We Need to Talk About Kevin
by Domenico La Porta
- A Machiavellian son and an outstanding Tilda Swinton as a broken mother. In competition at Cannes in 2011.
For her third film, British helmer Lynne Ramsay was back last May at the Cannes Film Festival where We Need To Talk About Kevin [+see also:
interview: Lynne Ramsay
film profile] was screened in Official Competition almost a decade after her second film Morvern Callar [+see also:
Eva (Tilda Swinton) is a young woman who has given up everything to have her first child, Kevin (Ezra Miller). The two have a difficult relationship from the start and her son’s worrying behaviour becomes even more troubling on the eve of his 16th birthday, when he commits a shocking and unforgiveable act, not only for his mother, but for an entire community plunged into sorrow and mourning. Before forgiving Kevin, Eva first has to overcome her own feelings of guilt, deeply rooted in her persona since the birth of her child, and even before that perhaps.
Produced in the UK by Independent and adapted from Lionel Shriver’s American bestseller, We Need To Talk About Kevin differs from most British productions in that the directing style is unusual and the photography more what one would expect from an independent US production.
The story is set in the US, opening skilfully with much silence and lethargic editing, in order to communicate the feelings of the central character, Eva. Aside from variations in focus, literally, the visual metaphors recall blood and the flashbacks are like pieces of an incomplete puzzle whose motive, however, is clearly distinguishable.
The facial expressions of the British actress tell her story and she physically carries the stigma of the drama that has completely marginalised her. The stakes are quickly established and Eva must now get back on track by drawing some strength from her memories as she deals with her responsibility in her child’s appalling behaviour.
Ramsay subtly underlines the errors of a mother in desperate straits confronted with an offspring who acts as if he were the son of Satan. Kevin is a monster at every age. This is a true horror film, very different from Gus Van Sant’s Elephant, which depicts the same drama. Kevin is unsound, provocative and Machiavellian in everything he does. He manipulates a slightly devil-may-care father (John C. Reilly) to isolate more irreparably his mother in a crescendo of distress until the irreparable is committed.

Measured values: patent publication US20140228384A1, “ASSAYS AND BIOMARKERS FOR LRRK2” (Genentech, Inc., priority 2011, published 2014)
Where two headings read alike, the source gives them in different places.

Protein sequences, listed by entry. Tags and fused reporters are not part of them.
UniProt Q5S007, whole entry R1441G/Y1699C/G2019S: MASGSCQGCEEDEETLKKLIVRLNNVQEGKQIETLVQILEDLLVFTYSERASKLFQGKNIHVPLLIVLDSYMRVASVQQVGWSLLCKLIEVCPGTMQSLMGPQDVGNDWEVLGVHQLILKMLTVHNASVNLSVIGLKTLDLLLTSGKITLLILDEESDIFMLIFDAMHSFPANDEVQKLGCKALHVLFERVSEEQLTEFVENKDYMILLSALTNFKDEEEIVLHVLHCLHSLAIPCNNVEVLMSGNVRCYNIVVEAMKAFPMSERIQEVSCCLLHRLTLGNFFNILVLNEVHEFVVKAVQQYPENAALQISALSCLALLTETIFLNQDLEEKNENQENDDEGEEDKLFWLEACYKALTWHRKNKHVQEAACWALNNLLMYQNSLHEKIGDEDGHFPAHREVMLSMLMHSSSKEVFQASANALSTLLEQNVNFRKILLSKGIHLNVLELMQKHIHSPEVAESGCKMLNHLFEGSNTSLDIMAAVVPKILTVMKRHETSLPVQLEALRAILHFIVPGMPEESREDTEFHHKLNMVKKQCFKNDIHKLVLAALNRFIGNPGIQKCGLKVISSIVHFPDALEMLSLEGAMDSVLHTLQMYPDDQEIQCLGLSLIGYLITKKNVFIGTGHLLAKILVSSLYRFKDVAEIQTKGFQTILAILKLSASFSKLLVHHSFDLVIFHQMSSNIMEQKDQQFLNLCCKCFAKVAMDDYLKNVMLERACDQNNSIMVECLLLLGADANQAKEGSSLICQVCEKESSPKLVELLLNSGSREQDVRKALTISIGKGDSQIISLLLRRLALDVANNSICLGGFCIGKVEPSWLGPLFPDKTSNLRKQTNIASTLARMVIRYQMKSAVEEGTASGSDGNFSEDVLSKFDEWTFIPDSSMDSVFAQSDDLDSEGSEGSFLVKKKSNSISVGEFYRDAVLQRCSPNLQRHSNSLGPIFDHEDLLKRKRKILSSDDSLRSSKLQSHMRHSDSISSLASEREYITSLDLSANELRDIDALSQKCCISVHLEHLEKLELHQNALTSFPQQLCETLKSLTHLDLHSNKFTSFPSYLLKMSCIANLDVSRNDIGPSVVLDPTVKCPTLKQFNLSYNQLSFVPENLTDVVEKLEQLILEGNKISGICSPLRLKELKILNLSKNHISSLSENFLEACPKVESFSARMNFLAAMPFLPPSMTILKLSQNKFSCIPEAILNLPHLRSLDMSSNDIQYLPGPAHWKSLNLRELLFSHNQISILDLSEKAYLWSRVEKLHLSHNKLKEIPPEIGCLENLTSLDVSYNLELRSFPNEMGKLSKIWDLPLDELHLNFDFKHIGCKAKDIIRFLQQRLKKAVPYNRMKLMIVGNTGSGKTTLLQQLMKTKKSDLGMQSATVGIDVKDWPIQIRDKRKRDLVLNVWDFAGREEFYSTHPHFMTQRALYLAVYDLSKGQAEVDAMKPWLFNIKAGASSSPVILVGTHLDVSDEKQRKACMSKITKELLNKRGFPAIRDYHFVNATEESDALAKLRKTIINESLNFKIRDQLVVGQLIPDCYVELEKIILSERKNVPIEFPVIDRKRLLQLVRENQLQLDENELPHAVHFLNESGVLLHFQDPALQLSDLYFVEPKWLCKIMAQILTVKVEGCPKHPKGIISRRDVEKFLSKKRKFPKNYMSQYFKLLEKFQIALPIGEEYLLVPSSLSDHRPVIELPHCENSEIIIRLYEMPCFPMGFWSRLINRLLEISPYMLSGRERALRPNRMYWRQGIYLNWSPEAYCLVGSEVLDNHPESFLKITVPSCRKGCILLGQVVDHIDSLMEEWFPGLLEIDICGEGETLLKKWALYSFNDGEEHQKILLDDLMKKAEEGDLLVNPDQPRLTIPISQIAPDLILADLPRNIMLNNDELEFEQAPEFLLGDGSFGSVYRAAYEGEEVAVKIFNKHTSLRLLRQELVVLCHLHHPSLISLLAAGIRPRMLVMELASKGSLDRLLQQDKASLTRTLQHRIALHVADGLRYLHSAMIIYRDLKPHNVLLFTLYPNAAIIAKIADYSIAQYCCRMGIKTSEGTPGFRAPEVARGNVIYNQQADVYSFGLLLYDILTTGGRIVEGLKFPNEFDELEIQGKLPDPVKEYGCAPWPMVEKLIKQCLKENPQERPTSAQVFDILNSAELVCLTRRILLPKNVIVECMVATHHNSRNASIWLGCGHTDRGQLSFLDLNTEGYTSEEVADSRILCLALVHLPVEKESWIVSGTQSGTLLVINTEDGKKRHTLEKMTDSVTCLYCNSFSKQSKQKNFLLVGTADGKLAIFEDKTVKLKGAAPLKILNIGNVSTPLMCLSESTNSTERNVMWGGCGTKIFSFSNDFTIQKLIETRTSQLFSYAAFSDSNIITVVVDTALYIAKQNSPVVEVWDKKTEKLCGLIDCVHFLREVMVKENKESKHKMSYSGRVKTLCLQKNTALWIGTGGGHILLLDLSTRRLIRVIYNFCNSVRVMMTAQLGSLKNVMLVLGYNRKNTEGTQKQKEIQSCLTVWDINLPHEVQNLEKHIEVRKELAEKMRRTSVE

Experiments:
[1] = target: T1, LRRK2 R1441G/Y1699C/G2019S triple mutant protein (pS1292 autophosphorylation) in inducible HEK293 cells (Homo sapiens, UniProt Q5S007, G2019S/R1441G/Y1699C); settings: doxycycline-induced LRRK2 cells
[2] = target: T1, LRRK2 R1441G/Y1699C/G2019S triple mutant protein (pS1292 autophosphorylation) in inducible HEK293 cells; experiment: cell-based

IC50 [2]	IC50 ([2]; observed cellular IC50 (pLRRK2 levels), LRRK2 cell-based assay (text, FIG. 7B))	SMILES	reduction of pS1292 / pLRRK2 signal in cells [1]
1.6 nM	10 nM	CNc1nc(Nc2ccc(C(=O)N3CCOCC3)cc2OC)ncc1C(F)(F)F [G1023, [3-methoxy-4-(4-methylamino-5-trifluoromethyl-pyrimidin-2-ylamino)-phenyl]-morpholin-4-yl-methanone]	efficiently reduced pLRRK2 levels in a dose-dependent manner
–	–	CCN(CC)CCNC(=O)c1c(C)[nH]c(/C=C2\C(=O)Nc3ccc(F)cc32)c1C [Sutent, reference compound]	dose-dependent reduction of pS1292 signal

It is here that one has to look for the reasons for all the maternal guilt. Eva blames her failure as a parent, when she could have seen the disaster coming. Beyond this, however, Ramsey prefers to dwell on the question of acceptance for the sake of maternal love, for the sake of life even, which has come to a standstill because Eva cannot learn to accept.
As the title suggests, We Need To Talk About Kevin is a film on communication breakdowns and misunderstandings in a family when one of its members acts entirely irrationally. In order to create a portrait of this woman who completely interiorises her suffering, Ramsay opts not to stay entirely anchored to evocation and to give us some (relatively) more explicit images every so often. In the end, viewers are confronted with a decision that makes it difficult to take a position. A fact which they can rest assured is the desired effect.
(Translated from French)
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